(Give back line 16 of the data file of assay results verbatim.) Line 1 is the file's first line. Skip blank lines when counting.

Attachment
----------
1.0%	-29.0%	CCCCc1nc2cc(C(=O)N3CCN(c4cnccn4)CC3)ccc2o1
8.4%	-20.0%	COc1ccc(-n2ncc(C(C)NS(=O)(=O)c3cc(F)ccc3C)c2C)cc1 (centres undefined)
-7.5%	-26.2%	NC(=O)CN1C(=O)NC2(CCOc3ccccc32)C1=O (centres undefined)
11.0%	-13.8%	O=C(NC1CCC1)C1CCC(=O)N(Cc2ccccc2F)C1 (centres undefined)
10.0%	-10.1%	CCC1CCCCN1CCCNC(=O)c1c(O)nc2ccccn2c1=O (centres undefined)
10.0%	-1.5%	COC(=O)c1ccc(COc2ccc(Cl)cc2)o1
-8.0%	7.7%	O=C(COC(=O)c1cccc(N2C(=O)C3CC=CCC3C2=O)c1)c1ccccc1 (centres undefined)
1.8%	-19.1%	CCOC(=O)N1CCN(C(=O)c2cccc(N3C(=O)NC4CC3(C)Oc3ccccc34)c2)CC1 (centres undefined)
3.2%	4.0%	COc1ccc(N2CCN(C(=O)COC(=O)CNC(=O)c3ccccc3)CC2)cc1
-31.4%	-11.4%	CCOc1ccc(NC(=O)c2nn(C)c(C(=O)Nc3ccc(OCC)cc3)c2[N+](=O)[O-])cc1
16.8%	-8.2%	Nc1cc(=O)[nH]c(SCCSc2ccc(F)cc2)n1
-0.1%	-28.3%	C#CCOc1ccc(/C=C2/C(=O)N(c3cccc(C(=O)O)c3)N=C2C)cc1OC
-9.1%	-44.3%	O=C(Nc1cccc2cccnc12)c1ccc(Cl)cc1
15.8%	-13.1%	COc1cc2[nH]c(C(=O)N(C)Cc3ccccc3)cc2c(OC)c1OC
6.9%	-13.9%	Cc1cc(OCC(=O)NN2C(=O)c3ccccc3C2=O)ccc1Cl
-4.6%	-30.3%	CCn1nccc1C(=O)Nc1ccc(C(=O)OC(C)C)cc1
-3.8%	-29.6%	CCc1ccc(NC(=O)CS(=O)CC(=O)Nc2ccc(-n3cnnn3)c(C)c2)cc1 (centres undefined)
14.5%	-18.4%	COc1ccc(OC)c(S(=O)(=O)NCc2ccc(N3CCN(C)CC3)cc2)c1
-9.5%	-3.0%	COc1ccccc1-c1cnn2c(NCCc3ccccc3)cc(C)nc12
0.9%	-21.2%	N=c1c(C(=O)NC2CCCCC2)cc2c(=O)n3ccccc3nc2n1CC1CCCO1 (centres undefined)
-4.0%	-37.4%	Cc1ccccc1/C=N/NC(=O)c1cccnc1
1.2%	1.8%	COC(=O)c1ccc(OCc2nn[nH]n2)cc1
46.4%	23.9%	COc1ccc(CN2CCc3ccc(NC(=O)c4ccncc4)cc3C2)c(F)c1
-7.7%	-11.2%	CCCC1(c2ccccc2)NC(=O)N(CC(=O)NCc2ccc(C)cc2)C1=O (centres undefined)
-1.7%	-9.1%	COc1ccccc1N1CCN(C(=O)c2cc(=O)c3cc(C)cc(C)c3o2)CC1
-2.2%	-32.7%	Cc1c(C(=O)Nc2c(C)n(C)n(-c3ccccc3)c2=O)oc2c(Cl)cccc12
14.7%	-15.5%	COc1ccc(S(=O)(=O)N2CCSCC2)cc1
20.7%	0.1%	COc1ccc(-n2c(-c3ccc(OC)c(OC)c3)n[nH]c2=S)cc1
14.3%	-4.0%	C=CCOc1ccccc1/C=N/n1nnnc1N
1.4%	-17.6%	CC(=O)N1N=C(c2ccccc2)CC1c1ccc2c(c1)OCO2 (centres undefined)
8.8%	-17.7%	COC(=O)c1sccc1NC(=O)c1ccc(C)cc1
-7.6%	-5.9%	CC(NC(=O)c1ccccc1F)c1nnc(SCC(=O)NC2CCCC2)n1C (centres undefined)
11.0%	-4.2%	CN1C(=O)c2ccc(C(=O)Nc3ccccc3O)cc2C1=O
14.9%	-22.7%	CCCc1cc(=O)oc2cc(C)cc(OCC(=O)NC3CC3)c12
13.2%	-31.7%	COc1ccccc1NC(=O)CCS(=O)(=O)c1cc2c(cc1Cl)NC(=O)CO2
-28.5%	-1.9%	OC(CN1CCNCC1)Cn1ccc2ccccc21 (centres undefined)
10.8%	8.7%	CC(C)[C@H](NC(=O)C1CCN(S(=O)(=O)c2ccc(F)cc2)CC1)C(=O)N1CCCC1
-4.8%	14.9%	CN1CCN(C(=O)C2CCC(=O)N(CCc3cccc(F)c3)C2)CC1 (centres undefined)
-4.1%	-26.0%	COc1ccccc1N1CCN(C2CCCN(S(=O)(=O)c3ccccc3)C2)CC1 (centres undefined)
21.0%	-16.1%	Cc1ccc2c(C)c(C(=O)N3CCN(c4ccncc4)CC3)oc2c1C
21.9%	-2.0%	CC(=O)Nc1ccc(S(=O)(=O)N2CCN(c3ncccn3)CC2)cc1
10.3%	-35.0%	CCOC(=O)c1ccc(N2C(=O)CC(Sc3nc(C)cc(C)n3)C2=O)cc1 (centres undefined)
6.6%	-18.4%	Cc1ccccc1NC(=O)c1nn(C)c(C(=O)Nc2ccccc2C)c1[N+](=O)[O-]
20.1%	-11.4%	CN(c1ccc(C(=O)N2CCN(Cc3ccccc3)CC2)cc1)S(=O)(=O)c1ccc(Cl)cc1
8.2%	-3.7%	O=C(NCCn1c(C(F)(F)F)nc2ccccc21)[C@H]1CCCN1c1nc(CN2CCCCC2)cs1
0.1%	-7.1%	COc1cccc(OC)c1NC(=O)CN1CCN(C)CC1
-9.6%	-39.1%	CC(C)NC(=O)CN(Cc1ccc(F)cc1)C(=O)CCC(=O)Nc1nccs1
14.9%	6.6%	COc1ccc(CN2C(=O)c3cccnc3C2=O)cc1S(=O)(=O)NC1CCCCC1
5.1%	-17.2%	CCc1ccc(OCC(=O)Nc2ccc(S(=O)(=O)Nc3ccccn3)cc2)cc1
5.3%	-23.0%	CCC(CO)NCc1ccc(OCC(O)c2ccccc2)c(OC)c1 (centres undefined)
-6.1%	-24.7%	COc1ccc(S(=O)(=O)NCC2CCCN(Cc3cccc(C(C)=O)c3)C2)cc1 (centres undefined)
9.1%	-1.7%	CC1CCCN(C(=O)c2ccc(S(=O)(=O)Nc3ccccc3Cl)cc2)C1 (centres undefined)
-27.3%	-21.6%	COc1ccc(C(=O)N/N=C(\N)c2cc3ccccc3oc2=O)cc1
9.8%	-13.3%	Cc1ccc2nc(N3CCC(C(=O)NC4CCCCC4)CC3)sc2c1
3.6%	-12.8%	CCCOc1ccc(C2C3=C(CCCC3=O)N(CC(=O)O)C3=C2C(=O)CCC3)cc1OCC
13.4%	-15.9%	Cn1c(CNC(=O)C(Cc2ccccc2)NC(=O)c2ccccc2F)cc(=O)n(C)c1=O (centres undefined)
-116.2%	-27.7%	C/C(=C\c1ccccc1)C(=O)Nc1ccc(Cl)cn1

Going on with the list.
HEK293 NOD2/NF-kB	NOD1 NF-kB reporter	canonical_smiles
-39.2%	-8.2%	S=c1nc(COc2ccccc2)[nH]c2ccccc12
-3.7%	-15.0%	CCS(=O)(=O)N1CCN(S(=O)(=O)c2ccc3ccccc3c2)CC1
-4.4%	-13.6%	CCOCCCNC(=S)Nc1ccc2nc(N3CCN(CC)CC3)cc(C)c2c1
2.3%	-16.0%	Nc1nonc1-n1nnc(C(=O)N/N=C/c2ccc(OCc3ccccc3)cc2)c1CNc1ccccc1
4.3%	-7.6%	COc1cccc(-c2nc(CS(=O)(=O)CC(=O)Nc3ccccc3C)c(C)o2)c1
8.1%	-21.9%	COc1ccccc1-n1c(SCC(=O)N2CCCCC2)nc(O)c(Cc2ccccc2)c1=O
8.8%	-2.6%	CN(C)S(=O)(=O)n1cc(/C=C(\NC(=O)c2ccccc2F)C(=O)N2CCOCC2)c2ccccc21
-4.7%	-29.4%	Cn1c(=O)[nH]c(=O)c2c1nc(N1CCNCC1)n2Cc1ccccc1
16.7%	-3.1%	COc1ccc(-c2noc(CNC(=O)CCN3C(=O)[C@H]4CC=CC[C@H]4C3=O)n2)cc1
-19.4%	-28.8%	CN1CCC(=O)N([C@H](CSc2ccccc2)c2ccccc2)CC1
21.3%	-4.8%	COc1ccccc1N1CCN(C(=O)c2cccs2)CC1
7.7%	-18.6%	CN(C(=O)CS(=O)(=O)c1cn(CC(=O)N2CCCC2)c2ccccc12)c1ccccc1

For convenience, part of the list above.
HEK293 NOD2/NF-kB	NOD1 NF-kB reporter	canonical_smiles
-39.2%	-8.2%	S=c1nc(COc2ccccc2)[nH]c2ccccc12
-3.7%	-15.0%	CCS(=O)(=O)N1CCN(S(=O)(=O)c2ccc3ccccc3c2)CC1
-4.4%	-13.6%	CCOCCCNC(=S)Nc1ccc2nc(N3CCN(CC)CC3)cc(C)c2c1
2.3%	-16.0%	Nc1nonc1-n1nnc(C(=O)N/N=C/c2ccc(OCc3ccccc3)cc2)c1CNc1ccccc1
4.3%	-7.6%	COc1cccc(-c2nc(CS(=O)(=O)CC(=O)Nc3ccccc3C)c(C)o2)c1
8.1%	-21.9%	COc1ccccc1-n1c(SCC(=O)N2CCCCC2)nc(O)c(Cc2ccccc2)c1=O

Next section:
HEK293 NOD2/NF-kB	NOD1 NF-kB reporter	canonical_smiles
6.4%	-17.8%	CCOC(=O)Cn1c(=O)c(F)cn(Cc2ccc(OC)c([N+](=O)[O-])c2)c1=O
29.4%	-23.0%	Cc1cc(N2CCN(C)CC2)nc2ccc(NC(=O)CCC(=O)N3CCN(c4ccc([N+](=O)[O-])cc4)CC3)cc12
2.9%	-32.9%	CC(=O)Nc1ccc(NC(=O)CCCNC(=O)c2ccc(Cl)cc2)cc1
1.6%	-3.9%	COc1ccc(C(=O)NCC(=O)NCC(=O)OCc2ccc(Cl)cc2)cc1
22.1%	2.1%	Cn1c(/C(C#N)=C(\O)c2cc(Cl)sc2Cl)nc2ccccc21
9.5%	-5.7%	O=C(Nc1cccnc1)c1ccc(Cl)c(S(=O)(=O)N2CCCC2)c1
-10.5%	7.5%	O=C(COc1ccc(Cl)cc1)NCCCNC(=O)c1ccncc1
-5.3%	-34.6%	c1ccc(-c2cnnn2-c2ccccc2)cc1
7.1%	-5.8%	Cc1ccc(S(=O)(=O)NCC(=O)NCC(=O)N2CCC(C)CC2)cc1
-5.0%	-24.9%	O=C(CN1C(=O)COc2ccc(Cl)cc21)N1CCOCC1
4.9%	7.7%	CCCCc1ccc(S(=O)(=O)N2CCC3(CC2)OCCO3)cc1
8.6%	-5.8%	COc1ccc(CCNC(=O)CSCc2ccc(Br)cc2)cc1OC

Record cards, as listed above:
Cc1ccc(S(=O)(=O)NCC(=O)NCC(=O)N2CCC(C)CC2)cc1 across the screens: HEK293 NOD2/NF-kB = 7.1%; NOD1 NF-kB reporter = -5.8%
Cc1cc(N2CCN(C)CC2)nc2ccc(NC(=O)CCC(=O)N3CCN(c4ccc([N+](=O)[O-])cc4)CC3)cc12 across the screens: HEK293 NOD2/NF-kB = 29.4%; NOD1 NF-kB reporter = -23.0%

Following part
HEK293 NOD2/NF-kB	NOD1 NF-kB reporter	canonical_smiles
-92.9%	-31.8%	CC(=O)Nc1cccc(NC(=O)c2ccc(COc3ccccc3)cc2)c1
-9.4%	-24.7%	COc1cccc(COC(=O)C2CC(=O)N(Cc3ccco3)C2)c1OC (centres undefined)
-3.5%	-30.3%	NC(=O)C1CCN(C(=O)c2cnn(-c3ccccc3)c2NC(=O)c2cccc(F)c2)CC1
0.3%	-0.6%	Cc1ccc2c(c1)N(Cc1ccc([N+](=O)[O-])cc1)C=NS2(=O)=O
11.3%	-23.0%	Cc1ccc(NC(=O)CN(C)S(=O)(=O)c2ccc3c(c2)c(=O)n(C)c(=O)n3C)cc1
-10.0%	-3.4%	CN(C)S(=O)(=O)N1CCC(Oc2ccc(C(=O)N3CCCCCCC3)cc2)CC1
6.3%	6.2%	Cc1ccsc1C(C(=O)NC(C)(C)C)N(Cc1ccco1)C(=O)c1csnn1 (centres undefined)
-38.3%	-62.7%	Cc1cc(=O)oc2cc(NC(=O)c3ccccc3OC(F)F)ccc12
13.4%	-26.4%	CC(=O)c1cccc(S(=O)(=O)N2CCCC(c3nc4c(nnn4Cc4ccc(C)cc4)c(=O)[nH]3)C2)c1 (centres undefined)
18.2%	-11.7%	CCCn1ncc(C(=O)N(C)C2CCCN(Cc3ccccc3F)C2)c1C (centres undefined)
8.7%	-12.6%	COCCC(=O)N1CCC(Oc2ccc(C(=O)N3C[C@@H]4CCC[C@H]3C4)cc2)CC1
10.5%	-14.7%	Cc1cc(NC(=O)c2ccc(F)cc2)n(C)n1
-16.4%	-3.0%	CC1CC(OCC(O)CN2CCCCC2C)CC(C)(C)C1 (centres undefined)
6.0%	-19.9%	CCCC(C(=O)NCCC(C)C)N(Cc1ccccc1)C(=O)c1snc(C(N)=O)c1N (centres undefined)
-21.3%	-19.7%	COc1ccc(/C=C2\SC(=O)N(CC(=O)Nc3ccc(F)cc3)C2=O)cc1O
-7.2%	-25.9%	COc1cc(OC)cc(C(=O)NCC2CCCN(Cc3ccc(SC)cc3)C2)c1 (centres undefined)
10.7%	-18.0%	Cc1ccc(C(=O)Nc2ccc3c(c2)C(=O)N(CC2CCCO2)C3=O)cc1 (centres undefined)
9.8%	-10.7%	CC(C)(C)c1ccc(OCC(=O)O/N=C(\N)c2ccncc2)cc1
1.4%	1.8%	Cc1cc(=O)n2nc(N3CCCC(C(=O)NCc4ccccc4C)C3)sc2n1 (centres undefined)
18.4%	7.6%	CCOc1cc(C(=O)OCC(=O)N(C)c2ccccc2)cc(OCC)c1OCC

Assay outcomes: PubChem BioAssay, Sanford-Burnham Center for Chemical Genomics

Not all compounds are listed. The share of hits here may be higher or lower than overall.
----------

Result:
-4.6%	-30.3%	CCn1nccc1C(=O)Nc1ccc(C(=O)OC(C)C)cc1